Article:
Live blood analysis (LBA), live cell analysis, Hemaview or nutritional blood analysis is the use of high-resolution dark field microscopy to observe live blood cells. Live blood analysis is promoted by some alternative medicine practitioners, who assert that it can diagnose a range of diseases. There is no scientific evidence that live blood analysis is reliable or effective, and it has been described as a fraudulent means of convincing people that they are ill and should purchase dietary supplements.
Live blood analysis is not accepted in laboratory practice and its validity as a laboratory test has not been established. There is no scientific evidence for the validity of live blood analysis, it has been described as a pseudoscientific, bogus and fraudulent medical test, and its practice has been dismissed by the medical profession as quackery. The field of live blood microscopy is unregulated, there is no training requirement for practitioners and no recognised qualification, no recognised medical validity to the results, and proponents have made false claims about both medical blood pathology testing and their own services, which some have refused to amend when instructed by the Advertising Standards Authority.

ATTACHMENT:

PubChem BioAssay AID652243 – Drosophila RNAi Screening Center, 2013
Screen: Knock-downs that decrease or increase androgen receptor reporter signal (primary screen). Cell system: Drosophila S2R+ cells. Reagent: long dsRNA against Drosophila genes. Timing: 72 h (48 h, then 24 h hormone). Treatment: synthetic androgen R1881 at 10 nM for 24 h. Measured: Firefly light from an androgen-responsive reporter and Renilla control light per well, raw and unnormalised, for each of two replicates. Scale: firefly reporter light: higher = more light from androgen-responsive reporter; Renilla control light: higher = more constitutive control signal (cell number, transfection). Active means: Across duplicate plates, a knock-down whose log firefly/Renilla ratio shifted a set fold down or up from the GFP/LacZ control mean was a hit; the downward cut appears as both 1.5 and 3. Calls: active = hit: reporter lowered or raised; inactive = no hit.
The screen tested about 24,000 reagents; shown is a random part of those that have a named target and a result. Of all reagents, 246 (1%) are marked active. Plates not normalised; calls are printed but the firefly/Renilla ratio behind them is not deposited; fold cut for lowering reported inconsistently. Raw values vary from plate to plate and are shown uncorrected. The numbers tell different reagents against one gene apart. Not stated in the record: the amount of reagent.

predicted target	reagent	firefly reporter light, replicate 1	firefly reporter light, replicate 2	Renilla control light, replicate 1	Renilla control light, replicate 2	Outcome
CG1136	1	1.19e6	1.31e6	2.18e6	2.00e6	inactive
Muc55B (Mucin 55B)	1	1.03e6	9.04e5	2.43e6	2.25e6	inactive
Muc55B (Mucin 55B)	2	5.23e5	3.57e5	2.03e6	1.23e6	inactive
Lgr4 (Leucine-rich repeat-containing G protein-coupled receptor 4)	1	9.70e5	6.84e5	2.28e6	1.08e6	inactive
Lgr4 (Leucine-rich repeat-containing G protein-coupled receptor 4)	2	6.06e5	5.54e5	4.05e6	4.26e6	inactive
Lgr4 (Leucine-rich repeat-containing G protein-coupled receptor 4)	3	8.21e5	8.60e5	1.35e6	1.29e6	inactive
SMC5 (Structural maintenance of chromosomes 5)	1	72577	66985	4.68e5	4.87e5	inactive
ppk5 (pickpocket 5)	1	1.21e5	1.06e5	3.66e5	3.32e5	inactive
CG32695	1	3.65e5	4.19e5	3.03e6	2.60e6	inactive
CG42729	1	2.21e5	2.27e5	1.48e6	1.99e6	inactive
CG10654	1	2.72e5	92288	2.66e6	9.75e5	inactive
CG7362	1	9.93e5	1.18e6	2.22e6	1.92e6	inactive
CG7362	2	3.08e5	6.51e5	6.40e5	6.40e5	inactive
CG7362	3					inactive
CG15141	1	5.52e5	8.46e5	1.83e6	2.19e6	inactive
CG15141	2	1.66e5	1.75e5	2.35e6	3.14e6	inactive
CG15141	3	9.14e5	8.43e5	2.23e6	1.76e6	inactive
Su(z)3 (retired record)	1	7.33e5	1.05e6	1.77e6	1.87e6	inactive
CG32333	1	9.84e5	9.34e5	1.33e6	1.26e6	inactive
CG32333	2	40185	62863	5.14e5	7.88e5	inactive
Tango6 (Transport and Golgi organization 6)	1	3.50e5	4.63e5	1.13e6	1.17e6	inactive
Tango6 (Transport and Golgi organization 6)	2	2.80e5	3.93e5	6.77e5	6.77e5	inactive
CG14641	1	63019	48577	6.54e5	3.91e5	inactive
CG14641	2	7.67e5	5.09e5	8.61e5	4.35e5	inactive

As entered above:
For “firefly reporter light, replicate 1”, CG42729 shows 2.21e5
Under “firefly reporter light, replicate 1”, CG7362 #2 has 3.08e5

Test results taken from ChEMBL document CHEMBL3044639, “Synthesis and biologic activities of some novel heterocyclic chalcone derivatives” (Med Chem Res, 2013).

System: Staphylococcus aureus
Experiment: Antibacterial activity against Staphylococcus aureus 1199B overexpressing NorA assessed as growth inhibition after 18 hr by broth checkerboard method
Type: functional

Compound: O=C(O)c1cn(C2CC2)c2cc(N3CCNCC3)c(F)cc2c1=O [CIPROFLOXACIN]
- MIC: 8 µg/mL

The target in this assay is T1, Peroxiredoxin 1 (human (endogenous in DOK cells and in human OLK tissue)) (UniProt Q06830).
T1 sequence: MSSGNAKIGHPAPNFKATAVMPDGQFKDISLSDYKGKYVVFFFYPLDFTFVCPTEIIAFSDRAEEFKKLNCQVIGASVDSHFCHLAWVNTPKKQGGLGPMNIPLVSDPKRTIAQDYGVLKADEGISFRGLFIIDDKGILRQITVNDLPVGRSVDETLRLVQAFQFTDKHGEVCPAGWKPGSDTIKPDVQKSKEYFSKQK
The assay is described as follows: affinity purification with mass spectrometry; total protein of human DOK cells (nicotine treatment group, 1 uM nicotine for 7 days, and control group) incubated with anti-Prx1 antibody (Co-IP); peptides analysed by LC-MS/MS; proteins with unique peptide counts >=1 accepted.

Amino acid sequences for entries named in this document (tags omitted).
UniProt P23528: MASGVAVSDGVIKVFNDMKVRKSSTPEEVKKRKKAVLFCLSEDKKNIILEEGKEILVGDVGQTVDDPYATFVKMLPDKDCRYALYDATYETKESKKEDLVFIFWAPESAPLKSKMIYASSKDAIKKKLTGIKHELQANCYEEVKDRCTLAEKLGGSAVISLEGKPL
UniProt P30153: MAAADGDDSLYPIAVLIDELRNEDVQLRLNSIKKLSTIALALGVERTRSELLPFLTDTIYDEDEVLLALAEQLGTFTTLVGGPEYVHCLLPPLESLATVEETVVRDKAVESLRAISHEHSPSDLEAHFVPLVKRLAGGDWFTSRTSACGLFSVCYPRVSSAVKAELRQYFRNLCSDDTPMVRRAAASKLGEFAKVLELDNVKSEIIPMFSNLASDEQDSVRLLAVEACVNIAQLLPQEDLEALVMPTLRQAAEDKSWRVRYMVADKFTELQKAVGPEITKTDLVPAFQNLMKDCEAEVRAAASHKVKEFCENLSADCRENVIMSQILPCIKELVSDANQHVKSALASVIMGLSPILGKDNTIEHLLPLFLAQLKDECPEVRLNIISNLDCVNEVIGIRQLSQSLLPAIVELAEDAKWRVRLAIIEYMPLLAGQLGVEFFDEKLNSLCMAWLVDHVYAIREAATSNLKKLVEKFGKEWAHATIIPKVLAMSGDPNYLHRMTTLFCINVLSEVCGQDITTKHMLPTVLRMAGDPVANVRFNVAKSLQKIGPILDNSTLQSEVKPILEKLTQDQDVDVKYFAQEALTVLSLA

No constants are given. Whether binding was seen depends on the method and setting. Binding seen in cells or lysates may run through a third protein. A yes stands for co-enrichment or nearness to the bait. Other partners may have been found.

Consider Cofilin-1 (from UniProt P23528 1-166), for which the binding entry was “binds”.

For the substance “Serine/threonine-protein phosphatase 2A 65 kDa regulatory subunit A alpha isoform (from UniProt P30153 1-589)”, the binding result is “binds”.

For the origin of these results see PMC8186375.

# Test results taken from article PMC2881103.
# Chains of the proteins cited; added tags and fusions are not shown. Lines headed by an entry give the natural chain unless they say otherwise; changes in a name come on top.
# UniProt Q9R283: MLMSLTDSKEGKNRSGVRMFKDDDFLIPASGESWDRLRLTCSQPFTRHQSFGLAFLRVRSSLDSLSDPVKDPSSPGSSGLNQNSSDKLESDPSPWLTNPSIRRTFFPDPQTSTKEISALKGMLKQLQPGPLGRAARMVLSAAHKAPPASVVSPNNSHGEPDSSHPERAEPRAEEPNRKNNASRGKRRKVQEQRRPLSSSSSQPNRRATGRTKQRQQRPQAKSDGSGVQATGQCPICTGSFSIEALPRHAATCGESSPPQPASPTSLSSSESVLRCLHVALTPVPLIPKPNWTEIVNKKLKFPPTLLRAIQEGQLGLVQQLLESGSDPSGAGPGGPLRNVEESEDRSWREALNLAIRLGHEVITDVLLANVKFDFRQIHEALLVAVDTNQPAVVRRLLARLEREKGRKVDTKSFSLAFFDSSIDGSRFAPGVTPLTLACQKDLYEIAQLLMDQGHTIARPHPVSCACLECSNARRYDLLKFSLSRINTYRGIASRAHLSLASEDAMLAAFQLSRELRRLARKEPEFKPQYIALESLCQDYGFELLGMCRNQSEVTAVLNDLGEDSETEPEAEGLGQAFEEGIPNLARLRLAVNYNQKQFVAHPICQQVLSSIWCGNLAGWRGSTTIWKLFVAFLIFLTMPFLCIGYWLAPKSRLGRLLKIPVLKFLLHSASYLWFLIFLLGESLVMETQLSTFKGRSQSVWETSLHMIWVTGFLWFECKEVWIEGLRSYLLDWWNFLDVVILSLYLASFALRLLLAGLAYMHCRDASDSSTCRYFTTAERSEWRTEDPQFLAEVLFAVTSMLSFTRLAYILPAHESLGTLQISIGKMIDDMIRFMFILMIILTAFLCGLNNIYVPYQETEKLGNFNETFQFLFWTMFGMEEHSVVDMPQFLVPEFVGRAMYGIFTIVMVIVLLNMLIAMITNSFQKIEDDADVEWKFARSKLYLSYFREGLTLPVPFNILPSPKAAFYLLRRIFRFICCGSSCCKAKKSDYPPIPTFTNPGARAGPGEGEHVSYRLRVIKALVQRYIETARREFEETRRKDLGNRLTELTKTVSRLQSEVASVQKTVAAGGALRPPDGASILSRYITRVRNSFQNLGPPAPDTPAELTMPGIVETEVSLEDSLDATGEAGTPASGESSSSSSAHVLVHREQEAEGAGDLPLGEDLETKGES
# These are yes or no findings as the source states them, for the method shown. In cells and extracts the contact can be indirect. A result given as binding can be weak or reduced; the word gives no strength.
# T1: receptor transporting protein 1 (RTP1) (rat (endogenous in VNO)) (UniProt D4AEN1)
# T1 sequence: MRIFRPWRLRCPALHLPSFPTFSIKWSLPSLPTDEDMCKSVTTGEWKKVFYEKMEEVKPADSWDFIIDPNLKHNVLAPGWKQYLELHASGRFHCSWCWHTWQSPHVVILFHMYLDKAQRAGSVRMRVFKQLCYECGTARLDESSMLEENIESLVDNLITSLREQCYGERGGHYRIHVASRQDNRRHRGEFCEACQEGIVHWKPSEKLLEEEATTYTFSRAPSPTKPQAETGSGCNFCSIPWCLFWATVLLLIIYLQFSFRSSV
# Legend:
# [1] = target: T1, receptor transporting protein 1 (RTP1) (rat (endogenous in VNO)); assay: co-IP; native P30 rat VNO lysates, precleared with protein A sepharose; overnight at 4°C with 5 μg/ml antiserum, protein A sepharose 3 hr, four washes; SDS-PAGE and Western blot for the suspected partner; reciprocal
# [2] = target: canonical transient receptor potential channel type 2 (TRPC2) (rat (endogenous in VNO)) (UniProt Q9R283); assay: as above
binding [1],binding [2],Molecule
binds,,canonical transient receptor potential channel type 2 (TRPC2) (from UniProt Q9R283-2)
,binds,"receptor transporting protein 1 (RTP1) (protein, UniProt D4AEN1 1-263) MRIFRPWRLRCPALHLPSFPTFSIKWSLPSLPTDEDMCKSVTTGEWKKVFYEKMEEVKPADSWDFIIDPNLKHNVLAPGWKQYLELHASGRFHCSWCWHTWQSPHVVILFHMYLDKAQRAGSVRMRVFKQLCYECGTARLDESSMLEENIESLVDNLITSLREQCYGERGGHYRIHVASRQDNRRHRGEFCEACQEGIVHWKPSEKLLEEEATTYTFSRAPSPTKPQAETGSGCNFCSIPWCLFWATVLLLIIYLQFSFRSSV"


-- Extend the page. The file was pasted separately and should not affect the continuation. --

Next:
It has its origins in the now-discarded theories of pleomorphism promoted by Günther Enderlein, notably in his 1925 book Bakterien-Cyklogenie.